WaterWays in Review â€“ Stuck In The Mud?
Meet Patch. He’s a cow, but he’s not just an ordinary cow. Ok maybe he is, but he has a very important job, which is to stop the world from flooding. Our water system, the Caretaker 3000, hadn’t been properly maintained and now it’s sprung a leak. It’s up to you to help Patch stop the leak from flooding the land.
Developed by Rough Cookie and published by TAITO Corporation, WaterWays seems to be a unique puzzler game. After playing a few levels I realized that this game was similar to Conniption Entertainment’s â€œPathwaysâ€, however TAITO’s WaterWays utilizes the features of the iDevice to create a slightly complex twist…
WaterWays, as said, is a unique twist on the Pathways game. The goal is to reach the end square without getting stuck. Travelling around is done by walking on land or just going with the flow (of water!). In the beginning of a level, Patch the cow will find himself somewhat far away from the leaking pipe, and must take a bold step across flooded grounds to fix it.
Now, the first few levels come out as straightforward with just paths leading towards the pipe. With the slightest tilt of the device, the landscape tilts as well. Wait, what’s this? It’s 3D! There are multiple layers featured in each level. Controls are simple; simply tap in the direction that you want Patch to move and he’ll move in that direction. Patch can walk up or down one level of ground as long as it’s not flooded with water, otherwise he jumps into the water and prepares to free-float.
However, with the terrain having multiple levels, so too does the water. The water will always begin at a certain level, and it can be â€œflushedâ€ down a level by tilting your device in one of four directions. Directions become important in this puzzle, because it does two things. Firstly, each level uses colored drawbridges which are simultaneously raised and lowered by flushing a level of water in the direction of the same color. Secondly, if Patch is floating in the water, flushing it will allow him to drift in the direction of the water flow. As long as you use your water wisely, Patch won’t end up being stuck in the mud at the bottom.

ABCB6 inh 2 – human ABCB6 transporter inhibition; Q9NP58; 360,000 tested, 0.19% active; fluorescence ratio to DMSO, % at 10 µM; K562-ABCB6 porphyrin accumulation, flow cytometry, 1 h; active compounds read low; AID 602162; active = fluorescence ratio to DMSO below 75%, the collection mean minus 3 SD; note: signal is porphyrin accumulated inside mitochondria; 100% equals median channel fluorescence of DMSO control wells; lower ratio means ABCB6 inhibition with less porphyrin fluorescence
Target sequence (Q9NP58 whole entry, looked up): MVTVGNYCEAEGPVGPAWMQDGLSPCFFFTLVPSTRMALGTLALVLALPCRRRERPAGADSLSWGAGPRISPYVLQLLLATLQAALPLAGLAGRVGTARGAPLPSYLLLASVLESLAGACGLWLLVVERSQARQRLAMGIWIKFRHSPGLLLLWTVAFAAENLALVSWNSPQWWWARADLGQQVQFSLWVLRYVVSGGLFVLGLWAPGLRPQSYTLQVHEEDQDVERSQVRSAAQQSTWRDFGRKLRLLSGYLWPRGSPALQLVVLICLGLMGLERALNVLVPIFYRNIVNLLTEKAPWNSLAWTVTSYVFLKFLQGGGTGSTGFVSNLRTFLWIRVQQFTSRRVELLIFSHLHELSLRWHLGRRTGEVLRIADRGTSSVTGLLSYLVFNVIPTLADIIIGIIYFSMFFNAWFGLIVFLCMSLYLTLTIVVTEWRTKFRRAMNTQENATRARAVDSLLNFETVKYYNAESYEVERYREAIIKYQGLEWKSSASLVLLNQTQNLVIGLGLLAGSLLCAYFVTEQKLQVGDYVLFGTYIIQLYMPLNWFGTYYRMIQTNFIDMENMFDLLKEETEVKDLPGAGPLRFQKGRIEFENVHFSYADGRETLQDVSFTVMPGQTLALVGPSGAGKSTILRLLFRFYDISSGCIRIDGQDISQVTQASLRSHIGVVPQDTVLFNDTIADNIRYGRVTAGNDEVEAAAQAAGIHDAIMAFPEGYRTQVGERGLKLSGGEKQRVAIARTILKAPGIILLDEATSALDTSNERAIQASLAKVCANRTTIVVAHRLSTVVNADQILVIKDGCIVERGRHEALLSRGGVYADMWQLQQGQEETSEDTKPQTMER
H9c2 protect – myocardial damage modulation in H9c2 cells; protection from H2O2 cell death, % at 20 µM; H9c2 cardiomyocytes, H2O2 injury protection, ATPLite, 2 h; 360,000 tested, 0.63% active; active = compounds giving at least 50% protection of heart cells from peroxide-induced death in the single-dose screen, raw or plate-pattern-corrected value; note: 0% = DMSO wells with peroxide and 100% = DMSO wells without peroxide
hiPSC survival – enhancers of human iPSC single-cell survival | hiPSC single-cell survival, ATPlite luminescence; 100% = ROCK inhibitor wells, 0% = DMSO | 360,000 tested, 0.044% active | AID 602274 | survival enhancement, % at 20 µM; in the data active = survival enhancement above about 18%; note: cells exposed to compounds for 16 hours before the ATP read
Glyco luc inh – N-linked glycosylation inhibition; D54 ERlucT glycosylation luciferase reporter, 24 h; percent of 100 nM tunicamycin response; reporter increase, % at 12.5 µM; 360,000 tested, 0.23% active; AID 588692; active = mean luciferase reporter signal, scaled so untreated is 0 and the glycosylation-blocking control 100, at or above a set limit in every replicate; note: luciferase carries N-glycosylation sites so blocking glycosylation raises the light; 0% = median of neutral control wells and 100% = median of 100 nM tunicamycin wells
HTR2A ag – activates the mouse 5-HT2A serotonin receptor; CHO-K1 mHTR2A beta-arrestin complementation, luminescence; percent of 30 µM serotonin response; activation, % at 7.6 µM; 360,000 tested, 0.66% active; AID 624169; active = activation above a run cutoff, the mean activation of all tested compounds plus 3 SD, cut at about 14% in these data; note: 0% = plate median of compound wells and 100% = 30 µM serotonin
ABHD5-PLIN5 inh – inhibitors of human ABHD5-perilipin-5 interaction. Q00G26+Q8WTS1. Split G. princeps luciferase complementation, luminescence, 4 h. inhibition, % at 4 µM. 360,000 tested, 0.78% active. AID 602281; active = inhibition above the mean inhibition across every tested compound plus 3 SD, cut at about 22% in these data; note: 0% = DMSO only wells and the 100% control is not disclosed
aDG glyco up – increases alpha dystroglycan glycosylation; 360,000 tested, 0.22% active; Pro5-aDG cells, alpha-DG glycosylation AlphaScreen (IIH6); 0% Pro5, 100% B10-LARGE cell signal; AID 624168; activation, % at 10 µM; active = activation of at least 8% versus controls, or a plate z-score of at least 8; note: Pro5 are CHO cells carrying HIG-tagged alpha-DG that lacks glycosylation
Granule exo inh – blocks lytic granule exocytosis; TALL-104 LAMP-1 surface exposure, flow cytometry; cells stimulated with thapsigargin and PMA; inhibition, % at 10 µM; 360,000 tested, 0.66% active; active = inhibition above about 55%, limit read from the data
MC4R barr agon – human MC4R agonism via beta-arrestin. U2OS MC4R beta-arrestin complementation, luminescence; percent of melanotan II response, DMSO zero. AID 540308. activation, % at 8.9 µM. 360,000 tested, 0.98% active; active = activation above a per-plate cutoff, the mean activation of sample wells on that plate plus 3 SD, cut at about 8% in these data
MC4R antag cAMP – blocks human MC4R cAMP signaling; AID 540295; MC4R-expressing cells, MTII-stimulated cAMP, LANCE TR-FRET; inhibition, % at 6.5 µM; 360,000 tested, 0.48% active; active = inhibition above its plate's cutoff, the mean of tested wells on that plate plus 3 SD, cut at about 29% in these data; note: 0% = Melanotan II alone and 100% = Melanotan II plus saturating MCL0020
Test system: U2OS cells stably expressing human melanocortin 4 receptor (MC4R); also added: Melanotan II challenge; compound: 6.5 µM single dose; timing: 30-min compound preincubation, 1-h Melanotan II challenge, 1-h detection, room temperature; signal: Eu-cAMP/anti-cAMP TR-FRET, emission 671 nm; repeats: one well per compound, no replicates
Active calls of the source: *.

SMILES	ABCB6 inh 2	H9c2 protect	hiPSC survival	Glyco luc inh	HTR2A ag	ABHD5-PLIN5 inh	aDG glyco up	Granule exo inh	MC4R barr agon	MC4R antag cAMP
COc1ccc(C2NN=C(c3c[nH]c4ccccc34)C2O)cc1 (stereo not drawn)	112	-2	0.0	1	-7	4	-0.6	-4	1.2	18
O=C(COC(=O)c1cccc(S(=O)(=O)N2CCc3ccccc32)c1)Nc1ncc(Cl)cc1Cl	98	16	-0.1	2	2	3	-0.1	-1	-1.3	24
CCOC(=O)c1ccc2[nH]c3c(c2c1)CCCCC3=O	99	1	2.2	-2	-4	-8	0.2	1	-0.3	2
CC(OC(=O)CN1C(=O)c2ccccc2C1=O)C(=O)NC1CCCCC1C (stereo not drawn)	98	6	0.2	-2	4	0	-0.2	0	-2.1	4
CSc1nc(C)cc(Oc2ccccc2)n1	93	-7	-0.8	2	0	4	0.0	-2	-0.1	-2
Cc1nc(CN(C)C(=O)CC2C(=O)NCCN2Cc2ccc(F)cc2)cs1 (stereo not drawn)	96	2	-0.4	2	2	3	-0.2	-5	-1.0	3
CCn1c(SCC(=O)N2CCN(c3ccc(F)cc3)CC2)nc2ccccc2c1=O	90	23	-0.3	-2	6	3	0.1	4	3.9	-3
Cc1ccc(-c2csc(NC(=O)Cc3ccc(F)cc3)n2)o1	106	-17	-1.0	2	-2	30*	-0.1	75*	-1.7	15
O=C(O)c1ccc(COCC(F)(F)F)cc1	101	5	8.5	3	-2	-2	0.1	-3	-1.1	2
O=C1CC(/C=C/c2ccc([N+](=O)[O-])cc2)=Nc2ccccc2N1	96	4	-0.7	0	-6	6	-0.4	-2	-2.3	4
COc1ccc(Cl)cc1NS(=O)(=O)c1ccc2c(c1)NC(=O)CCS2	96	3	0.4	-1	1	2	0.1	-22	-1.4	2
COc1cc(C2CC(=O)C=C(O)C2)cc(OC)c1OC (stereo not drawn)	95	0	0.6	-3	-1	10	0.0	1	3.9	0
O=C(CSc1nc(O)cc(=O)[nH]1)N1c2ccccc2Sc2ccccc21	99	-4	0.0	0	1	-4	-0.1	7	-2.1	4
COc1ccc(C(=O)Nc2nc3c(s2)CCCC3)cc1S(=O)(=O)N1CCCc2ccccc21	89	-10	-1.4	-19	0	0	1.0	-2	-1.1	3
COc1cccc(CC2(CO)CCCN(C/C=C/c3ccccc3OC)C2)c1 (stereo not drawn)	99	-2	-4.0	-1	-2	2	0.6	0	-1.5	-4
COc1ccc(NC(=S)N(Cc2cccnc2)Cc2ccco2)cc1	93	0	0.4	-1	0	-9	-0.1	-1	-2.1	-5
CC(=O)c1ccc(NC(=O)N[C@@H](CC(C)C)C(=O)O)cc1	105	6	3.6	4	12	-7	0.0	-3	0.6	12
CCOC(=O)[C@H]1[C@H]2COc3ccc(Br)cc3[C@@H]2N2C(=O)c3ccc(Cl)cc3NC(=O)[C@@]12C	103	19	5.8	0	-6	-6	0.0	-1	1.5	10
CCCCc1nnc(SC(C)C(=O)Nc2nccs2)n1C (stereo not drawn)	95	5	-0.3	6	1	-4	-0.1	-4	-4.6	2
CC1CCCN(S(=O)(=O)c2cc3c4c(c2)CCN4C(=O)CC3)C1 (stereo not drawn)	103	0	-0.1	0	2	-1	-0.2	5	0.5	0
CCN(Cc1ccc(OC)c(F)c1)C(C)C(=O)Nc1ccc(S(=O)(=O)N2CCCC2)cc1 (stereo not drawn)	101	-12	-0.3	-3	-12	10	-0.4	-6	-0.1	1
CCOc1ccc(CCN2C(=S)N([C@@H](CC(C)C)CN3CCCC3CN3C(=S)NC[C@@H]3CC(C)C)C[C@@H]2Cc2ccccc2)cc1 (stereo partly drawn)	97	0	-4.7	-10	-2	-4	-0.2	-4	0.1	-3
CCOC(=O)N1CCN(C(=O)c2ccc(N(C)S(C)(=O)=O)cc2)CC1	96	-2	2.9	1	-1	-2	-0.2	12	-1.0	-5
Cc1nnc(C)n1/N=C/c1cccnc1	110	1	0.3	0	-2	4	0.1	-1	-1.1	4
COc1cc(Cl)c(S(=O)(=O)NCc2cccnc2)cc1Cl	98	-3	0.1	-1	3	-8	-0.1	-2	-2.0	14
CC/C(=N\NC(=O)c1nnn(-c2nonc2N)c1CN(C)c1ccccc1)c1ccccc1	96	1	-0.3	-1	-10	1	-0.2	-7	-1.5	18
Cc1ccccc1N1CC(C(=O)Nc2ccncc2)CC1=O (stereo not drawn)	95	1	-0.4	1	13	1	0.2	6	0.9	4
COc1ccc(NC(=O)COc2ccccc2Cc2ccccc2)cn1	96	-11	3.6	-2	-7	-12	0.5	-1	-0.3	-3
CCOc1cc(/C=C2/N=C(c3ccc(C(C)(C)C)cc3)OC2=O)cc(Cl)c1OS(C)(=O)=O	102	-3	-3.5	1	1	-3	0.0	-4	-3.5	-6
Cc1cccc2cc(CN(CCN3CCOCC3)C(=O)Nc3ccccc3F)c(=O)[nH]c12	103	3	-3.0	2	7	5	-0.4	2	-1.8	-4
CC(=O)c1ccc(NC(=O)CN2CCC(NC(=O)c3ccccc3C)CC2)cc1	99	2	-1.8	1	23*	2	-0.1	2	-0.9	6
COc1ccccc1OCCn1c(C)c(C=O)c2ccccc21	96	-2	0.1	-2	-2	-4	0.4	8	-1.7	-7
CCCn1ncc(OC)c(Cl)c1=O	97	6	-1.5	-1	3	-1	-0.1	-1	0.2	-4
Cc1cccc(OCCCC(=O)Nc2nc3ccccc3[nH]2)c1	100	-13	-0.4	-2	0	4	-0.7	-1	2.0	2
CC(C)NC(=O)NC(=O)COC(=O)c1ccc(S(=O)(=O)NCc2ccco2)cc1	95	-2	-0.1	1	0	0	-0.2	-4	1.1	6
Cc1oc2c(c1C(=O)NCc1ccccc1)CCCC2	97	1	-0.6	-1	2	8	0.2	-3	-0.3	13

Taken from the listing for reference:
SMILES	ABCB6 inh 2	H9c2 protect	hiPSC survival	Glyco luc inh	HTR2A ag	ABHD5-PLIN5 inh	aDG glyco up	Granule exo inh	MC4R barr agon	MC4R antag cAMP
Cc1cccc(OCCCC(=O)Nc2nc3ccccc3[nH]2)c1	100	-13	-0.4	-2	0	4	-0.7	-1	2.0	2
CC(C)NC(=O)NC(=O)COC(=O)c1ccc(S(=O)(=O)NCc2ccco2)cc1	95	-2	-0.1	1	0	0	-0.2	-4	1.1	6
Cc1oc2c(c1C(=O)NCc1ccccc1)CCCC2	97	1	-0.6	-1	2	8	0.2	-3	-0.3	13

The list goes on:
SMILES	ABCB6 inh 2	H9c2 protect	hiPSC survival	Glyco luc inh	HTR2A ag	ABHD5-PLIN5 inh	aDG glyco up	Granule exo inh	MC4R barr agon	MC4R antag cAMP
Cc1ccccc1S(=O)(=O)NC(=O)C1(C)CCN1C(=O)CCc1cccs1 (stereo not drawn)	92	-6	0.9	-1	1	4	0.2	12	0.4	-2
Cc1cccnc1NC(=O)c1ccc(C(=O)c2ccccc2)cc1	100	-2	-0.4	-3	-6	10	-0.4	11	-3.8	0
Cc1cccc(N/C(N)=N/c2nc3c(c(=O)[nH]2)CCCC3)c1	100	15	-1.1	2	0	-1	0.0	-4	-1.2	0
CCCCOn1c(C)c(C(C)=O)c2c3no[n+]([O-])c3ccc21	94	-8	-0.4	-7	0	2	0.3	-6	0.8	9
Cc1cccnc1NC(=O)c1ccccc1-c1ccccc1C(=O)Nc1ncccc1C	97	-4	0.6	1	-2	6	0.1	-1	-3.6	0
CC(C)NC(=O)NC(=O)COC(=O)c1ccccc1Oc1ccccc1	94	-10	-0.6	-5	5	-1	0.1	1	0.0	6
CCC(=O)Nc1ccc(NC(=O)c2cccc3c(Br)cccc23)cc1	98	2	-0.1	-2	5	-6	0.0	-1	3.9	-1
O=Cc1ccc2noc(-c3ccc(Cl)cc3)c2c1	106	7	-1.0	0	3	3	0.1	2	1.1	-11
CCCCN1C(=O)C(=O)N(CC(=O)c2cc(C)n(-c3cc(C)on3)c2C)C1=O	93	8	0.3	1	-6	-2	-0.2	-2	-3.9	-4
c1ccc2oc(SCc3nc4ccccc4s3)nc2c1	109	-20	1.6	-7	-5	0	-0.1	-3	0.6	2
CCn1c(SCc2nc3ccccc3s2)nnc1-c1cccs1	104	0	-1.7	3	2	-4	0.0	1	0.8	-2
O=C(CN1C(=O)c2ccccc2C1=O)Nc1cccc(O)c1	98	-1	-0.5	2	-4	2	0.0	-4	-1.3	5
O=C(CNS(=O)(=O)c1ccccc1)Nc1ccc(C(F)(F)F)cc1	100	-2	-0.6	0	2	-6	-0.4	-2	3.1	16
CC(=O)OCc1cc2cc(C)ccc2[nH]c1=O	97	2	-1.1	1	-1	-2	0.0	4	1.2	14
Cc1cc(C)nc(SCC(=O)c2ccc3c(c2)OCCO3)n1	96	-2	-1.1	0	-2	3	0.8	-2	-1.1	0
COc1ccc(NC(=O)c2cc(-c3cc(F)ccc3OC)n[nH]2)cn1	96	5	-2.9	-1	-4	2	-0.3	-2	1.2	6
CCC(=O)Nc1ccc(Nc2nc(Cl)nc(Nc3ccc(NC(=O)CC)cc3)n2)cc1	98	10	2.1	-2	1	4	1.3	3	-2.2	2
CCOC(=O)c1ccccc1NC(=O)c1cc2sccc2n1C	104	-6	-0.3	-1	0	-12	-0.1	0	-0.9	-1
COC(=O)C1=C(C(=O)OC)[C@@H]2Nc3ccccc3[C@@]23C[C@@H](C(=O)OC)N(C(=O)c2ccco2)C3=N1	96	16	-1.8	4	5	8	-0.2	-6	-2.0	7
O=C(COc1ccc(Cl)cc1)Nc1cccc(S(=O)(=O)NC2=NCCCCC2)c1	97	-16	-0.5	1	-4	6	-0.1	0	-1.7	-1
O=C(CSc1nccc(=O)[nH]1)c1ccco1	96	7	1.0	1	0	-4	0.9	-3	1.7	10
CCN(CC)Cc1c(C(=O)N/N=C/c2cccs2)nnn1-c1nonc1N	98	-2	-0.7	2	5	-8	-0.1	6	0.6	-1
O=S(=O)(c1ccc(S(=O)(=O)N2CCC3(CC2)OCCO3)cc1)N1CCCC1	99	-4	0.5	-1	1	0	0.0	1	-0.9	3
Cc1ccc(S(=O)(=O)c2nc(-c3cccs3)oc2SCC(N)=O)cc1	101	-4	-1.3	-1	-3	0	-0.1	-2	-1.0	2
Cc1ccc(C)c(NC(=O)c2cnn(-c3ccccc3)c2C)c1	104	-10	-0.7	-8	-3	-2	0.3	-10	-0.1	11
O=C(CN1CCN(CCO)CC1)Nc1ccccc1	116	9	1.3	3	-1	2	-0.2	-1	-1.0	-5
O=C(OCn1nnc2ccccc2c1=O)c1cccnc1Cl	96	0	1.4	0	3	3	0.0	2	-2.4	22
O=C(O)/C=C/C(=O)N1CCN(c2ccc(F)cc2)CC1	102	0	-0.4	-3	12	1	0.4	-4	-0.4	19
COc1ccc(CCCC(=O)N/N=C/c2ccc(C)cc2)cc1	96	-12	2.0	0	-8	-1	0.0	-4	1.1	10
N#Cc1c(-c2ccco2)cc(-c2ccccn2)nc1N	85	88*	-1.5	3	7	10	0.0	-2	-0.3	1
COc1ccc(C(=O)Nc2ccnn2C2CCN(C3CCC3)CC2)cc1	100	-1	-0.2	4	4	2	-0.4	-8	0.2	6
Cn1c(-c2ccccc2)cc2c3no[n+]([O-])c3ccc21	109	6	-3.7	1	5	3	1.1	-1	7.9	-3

There are also a few obstacles in the puzzle, which seem to be there more as an annoyance than to actually making the puzzle harder. Rams and pillars push Patch in the other direction, and crashing into geese in the water will automatically cause you to restart the level.
Finally as one interesting tid-bit, standing around with no action in a puzzle will cause Patch to say something witty to keep you somewhat entertained.
Graphic-wise, WaterWays is well made even if it looks a bit block-like. Every bit of tilt moves the whole screen, which shows the 3D environment. The only downside is that if you tilt too far you’ll cause a flush, and accidental flushes usually mean you have to restart the level. I didn’t think too much of the sounds; it compliments the game, but isn’t very noticeable.
The downside to WaterWays is that it only has 20 levels of different difficulties, and higher levels cannot be unlocked until the previous few have been played. There is no scoring system for time taken, number of moves made, etc, and I had almost no sense of achievement from completing a level.
For $2.99, WaterWays doesn’t promise much except graphics and a few short puzzles that will cause more frustration than fun. Given that the average person may not even pass half of the levels, the price would have been well spent elsewhere. Without more features, I found there wasn’t much point in continuing the puzzles after playing through most of them, and thus I’m giving WaterWays a Slap It rating. This game definitely ain’t no Cooking Mama.
|Price:||$2.99||App Size:||9.9 mb|